Rupert Murdoch is a lot of things, but a wallflower isn’t one of them.
So I was somewhat amused to see a lawsuit accusing News Corp. of nepotism for its deal to buy daughter Elisabeth Murdoch’s company for $675 million.
Given that most of Murdoch’s grown kids have worked for the company — and all that’s currently preventing the younger ones from being named exec VPs are child labor laws — it’s hardly a mystery or a closely guarded secret that the elder Murdoch sees News Corp. as his personal empire, with plans to pass the keys on to an heir.
Sure, one can argue about the valuation on Shine, but it is a serious company with signifcant assets. And one suspects Murdoch sees Elisabeth — who famously championed “American Idol” in its infancy — as having potential worth within the corporate fold. (Although she downplayed her role regarding “Idol” in a 2008 New York Times interview, Murdoch did acknowledge telling her dad, “You have got to buy it,” an order he relayed to subordinates.)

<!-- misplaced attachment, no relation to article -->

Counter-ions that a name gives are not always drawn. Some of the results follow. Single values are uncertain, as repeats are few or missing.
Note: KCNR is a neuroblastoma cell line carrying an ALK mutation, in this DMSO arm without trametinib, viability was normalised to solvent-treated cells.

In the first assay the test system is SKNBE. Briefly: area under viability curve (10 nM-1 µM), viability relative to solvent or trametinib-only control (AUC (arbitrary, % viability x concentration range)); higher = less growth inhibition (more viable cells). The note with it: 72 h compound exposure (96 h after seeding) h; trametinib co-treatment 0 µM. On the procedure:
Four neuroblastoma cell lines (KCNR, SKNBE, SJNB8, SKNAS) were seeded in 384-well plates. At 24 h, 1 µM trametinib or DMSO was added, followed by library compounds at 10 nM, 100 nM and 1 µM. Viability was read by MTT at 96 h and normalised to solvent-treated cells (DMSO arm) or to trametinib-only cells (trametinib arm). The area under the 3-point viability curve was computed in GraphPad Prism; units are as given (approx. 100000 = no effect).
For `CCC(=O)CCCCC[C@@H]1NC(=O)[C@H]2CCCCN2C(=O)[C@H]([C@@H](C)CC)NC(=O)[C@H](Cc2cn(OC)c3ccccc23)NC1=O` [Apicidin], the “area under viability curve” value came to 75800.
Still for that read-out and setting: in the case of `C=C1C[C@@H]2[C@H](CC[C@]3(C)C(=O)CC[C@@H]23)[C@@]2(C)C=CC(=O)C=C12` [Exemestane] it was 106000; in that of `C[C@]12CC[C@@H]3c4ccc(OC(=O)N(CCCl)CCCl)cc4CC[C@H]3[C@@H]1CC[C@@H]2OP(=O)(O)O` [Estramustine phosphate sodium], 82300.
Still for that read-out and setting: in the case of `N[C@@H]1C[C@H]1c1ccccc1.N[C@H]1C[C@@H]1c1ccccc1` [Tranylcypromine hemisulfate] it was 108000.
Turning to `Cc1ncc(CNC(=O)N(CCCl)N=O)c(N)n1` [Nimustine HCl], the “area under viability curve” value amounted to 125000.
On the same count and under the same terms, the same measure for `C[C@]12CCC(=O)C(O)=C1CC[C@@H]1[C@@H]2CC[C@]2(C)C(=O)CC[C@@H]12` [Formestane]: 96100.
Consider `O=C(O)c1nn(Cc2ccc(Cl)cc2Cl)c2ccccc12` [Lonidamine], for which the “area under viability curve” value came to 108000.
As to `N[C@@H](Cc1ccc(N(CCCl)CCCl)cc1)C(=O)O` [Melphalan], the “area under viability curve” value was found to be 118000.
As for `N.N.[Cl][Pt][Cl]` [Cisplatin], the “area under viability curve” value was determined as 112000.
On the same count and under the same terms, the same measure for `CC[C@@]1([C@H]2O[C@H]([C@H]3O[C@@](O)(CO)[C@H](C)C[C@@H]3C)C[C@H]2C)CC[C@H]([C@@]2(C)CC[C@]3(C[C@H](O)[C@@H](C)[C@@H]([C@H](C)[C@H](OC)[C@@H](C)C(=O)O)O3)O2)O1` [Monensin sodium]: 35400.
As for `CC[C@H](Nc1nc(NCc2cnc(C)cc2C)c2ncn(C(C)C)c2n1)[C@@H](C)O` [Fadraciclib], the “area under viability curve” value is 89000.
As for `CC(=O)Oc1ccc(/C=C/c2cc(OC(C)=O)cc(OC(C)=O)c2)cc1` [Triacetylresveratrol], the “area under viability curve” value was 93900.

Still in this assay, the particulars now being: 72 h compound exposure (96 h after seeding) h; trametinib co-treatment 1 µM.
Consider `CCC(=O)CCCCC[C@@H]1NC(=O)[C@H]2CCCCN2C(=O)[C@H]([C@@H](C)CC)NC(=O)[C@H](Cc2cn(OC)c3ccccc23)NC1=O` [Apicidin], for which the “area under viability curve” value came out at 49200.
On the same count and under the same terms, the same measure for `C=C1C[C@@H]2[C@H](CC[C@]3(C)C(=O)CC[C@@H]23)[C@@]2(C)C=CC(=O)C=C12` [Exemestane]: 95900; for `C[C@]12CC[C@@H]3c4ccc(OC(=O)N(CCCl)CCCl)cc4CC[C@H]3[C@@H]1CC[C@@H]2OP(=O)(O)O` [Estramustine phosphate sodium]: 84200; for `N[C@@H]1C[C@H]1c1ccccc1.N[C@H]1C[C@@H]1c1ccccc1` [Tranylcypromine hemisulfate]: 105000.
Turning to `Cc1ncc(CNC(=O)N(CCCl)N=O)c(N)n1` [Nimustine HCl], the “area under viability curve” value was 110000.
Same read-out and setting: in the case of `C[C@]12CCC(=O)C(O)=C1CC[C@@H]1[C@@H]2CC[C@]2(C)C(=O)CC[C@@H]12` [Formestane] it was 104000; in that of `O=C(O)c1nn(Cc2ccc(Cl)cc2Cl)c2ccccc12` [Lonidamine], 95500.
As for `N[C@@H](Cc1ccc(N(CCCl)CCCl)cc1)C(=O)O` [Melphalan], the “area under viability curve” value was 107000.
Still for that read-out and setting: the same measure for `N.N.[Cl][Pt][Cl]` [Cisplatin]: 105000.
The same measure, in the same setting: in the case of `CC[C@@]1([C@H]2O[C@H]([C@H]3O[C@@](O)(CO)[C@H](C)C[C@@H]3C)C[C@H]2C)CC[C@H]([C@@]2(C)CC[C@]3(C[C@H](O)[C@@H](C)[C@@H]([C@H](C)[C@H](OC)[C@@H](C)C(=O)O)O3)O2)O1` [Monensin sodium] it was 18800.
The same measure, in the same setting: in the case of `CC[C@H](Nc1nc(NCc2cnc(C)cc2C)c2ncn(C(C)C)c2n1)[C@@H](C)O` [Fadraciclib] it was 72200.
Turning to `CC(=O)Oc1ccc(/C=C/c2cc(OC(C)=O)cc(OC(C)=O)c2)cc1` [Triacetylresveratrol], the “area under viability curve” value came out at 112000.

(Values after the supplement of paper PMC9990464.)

Still, the suit argues, “In addition to larding the executive ranks of the company with his offspring, Murdoch constantly engages in transactions designed to benefit family members,” using the company as a “wholly owned family candy store.”
Frankly, if we sued every Hollywood company guilty of nepotism (or “nephewtism,” as I’ve been told Jimmy Durante liked to call it), the courts would be so clogged up that the wheels of justice would grind to a screeching halt.
But I do have a solution for all this: Leave everything to me! I promise to rule as a benevolent despot on the Murdoch children’s behalf. Sort of like Peter Chernin before he left.